5 Signs It Might Be Time to Quit Your Job

Your family and the people you care about are probably the top priorities in your life. But what you do to choose for a living comes right after that.

After all, most people spend the vast majority of their adult lives working. So you should choose something that’s going to be worthwhile in that long timespan.

If you’ve ever wondered, “Should I quit my job?”—this post is for you.

Many people want to quit the jobs they have right now and try something else, but they still feel a little bit lost on how to actually do it.

The answer to that is simple—build a bridge to something better. Learn a new skill and use those skills to either switch jobs or start something on your own. 

In case you need an extra push, here are 5 signs it’s time to quit your job. Here’s hoping this gives you enough inspiration and motivation to finally pull the trigger.


It’s time to quit your job when you just can’t take it

Let’s start with the most obvious sign it might be time to quit your job. You absolutely hate it. It’s one thing to be in a job that’s tolerable or something that isn’t your dream job, but working at a job you hate will cause massive, long-term problems in your life.

Say you work the typical eight hours per day. You also sleep eight. So you have eight left after that, but probably less when you consider getting ready for work and traveling back and forth. It can’t be good for your mental health to have 30-40% of your day spent in misery for decades at a time.

Of course, you can’t just up and quit. The main theme of this post is that you need to build a bridge to a better gig while you’re working at your current job. But if you’re working a job you hate, you should pour your energy into getting out of that job as soon as possible.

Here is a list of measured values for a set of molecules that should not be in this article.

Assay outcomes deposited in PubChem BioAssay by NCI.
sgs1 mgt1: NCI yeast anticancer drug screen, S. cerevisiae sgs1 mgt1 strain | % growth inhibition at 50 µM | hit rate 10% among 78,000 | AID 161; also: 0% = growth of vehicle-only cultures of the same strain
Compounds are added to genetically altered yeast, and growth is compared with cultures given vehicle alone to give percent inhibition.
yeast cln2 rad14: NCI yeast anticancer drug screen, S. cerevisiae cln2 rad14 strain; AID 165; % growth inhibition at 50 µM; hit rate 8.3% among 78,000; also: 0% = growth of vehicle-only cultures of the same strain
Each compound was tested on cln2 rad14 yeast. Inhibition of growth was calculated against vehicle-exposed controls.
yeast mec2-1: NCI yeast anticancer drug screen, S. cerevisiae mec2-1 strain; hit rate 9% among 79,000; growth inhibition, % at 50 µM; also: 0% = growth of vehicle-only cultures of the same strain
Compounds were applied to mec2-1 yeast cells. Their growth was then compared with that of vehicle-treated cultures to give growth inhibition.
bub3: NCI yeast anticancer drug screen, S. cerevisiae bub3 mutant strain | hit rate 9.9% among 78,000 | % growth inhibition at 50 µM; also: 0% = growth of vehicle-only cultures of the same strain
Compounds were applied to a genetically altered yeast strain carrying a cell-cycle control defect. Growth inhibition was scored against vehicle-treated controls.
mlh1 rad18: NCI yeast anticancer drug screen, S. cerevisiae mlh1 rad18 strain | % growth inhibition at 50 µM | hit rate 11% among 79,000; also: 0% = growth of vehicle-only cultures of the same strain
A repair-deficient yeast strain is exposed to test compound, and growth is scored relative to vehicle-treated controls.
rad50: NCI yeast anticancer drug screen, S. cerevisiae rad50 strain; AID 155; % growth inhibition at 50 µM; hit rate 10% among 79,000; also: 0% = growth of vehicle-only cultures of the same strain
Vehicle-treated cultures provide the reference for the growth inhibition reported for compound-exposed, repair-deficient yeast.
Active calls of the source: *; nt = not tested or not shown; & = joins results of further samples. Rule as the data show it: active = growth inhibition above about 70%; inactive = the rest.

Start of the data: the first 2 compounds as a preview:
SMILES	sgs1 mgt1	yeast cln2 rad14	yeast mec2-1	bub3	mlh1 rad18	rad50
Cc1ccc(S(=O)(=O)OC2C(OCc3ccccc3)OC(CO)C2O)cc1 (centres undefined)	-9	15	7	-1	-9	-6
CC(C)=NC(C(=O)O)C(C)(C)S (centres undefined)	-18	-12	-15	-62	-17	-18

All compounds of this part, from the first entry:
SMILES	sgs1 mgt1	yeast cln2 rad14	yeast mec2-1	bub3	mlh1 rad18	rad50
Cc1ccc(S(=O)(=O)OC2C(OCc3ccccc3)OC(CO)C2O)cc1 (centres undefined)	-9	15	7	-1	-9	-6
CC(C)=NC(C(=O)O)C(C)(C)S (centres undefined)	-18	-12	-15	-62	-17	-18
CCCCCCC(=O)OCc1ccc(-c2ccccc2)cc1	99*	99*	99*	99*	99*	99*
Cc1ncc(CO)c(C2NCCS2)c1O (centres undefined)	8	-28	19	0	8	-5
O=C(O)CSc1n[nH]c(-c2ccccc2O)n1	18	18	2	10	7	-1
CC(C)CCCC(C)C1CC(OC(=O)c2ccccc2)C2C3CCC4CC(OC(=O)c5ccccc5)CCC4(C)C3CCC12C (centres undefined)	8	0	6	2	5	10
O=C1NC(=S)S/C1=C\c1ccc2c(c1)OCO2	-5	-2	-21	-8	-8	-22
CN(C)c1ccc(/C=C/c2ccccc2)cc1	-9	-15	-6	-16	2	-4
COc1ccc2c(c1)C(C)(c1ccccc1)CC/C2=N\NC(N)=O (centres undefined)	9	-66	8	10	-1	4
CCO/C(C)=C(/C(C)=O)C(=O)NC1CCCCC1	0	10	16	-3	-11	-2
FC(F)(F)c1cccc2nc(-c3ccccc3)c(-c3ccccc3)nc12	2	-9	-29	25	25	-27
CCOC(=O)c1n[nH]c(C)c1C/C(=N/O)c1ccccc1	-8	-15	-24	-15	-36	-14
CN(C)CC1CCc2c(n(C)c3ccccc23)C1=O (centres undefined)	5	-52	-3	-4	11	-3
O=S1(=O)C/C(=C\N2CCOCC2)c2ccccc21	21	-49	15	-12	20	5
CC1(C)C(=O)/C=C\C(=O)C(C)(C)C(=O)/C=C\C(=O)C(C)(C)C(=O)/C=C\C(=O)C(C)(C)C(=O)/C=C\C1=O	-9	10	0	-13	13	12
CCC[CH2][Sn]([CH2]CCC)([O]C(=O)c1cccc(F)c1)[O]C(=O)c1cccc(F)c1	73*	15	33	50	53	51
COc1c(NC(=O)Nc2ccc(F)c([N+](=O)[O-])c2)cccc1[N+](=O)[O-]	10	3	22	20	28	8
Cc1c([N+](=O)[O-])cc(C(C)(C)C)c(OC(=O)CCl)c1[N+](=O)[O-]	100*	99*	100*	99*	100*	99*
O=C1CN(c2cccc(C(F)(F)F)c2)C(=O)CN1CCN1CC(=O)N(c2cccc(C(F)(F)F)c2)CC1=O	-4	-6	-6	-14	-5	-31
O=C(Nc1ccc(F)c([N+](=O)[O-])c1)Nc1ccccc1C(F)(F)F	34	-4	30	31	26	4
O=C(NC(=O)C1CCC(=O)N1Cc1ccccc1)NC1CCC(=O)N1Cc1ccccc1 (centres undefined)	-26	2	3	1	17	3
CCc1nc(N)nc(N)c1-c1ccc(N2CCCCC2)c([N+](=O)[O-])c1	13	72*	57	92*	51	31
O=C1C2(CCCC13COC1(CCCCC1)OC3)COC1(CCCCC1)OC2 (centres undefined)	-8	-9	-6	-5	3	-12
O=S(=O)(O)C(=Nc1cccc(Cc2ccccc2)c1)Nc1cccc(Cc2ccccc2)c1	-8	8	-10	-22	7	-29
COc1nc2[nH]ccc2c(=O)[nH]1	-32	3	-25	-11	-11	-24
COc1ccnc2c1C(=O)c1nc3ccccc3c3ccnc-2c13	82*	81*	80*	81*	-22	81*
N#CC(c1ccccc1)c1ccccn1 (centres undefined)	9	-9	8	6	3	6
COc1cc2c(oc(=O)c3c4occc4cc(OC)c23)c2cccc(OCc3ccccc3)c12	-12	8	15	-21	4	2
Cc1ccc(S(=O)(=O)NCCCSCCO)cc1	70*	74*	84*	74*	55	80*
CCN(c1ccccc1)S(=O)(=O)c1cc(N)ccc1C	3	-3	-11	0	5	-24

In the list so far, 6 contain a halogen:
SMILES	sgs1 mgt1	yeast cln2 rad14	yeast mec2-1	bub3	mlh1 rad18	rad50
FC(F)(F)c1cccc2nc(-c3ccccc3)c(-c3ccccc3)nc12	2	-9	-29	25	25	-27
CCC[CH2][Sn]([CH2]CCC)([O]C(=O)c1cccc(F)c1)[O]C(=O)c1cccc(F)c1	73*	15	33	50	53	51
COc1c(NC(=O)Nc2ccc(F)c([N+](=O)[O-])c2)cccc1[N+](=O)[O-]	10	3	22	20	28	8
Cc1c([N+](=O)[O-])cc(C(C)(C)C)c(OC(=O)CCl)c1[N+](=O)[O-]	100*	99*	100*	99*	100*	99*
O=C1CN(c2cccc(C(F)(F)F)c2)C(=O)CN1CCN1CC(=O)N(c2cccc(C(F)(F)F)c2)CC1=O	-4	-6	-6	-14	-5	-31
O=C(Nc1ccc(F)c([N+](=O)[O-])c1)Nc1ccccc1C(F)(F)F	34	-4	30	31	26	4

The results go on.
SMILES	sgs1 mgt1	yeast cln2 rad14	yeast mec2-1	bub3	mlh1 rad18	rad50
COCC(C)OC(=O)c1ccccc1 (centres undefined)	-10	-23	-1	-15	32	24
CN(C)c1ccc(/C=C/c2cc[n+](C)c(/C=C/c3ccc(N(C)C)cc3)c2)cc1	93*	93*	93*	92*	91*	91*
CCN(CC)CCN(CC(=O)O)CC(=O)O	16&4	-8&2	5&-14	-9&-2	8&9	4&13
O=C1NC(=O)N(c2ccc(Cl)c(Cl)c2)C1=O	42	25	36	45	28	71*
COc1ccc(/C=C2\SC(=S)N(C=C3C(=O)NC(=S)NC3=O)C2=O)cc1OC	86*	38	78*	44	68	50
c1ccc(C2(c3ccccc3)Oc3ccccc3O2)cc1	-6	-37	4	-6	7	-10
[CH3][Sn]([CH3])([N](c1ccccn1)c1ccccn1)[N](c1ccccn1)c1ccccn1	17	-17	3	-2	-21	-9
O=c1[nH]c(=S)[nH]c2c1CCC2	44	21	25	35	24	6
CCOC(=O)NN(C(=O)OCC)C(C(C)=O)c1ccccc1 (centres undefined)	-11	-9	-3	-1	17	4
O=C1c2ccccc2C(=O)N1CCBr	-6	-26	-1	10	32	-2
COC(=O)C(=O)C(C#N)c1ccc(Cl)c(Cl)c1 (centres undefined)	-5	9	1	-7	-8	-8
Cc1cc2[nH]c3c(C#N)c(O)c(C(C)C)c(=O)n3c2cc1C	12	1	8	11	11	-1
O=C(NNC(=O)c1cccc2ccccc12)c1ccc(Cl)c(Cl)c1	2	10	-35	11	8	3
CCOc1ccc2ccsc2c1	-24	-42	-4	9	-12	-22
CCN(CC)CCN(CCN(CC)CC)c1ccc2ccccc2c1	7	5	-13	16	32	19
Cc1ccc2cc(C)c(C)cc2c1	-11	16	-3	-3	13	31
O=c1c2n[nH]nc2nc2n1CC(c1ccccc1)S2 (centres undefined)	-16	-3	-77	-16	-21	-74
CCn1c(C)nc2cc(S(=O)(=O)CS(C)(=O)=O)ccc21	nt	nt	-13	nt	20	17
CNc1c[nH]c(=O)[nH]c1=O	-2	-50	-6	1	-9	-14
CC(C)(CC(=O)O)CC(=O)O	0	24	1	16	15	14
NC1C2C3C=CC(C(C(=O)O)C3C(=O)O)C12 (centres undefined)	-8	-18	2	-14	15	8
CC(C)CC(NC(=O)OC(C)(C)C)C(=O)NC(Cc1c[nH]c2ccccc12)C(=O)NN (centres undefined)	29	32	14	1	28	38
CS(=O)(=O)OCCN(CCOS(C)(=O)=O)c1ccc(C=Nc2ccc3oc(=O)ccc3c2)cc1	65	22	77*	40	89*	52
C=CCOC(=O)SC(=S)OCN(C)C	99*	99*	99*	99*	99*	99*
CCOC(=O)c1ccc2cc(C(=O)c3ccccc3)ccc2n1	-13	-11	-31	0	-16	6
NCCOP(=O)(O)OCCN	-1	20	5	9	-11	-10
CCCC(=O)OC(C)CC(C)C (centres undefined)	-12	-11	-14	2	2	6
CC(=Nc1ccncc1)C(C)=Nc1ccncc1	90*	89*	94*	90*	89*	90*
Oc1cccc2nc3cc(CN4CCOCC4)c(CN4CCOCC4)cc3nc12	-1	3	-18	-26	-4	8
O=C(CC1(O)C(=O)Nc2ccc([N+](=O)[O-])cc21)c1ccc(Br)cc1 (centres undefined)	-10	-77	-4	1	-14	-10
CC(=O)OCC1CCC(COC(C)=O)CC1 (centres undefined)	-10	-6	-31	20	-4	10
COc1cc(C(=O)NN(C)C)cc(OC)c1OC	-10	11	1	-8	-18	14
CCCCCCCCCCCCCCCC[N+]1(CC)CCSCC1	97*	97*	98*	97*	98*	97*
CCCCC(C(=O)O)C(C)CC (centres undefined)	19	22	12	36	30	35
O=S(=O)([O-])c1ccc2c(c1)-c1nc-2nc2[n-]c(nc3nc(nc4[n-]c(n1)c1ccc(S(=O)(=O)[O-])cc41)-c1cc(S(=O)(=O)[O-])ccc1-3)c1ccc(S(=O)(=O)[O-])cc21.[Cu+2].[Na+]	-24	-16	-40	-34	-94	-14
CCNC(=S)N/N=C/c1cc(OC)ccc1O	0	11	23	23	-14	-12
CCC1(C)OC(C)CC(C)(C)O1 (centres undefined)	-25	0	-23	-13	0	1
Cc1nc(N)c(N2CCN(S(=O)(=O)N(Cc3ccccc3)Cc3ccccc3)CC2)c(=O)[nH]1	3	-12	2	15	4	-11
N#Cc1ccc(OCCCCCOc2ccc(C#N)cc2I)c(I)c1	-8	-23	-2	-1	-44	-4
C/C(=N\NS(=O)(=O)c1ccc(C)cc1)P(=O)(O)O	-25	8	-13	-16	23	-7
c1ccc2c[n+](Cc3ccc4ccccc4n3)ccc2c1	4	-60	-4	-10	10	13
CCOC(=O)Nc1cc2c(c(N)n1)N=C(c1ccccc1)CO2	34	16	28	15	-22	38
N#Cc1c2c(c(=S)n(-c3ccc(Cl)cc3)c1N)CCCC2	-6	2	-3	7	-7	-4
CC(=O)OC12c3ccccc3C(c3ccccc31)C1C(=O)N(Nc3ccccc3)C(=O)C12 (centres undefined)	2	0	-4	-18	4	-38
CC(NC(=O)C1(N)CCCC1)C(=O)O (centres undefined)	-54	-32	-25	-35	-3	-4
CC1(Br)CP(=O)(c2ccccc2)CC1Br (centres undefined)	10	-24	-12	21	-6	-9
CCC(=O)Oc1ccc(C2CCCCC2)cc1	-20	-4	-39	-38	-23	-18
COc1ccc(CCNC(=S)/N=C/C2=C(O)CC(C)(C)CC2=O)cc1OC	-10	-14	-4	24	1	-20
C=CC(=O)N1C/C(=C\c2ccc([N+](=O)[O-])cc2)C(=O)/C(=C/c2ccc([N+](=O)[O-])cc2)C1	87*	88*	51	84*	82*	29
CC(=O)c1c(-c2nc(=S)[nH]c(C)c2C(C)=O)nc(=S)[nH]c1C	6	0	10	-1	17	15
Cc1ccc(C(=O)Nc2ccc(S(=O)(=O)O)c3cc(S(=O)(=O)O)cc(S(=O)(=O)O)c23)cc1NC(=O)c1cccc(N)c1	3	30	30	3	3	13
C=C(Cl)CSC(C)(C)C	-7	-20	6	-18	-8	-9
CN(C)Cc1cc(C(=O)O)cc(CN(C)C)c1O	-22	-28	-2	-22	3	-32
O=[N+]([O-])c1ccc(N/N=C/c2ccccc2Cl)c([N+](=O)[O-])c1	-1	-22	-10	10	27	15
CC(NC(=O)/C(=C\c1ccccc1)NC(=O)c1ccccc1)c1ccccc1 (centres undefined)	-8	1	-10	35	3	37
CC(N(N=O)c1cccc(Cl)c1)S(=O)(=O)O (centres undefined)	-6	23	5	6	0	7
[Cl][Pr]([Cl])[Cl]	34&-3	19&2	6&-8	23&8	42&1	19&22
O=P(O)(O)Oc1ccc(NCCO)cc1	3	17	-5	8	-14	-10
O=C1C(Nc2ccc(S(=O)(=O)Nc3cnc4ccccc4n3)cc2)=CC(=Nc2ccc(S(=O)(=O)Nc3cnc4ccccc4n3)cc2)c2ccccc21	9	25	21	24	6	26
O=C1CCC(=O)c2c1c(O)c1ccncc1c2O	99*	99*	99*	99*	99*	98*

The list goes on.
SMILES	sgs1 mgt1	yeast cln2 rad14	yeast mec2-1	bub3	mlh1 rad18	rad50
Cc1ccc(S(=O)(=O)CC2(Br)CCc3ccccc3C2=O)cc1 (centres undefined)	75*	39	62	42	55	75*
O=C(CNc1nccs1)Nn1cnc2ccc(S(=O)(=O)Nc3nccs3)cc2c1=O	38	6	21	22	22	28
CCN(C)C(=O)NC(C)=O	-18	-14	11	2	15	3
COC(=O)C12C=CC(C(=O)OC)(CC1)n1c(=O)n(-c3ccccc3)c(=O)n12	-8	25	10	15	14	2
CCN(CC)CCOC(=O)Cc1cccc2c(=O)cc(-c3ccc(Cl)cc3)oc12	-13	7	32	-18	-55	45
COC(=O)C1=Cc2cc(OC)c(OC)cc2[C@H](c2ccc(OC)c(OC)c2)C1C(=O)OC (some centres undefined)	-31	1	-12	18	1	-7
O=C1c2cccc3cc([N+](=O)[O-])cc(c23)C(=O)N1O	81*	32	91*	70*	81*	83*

Don’t let that frustration go to waste. Use it.

Negative emotions have power when you turn them into energy instead of just feeling sorry for yourself. When you don’t feel like doing what’s necessary to get out of that job, think about how much you hate it for motivation. Maybe anger isn’t necessarily the healthiest emotion out there, but it’s useful.

Excess amounts of stress caused by a job you hate are definitely not healthy. That frustration and despair from your job will spill into other areas of your life—your relationships, your health, and your overall mental well-being. I’m not saying it’s easy to just up and quit a job you hate. But I am saying that it’s, in many ways, a life and death situation.


You’ve completed one adventure and it’s time for another

Another sign it’s time to quit your job could simply be that you’ve achieved what you need to achieve in that role and it’s just time to move on. You could have had a long and fruitful career you enjoyed, but it’s just reached an endpoint because you climbed to the highest rung possible.

In short, you’re just bored.

A lot of people believe that they have to stick with something simply because they’ve been doing it for a long time. They don’t want to let go of what they built like status, prestige, and the admiration of peers in their industry.

But it’s important to understand that a great career doesn’t have to stay in one single lane forever. Sometimes you’ll put all of your energy into a certain path thinking that’s what your future self wants, but let’s be honest, you can never truly predict what your future self wants. People grow and change, evolve, and develop different tastes.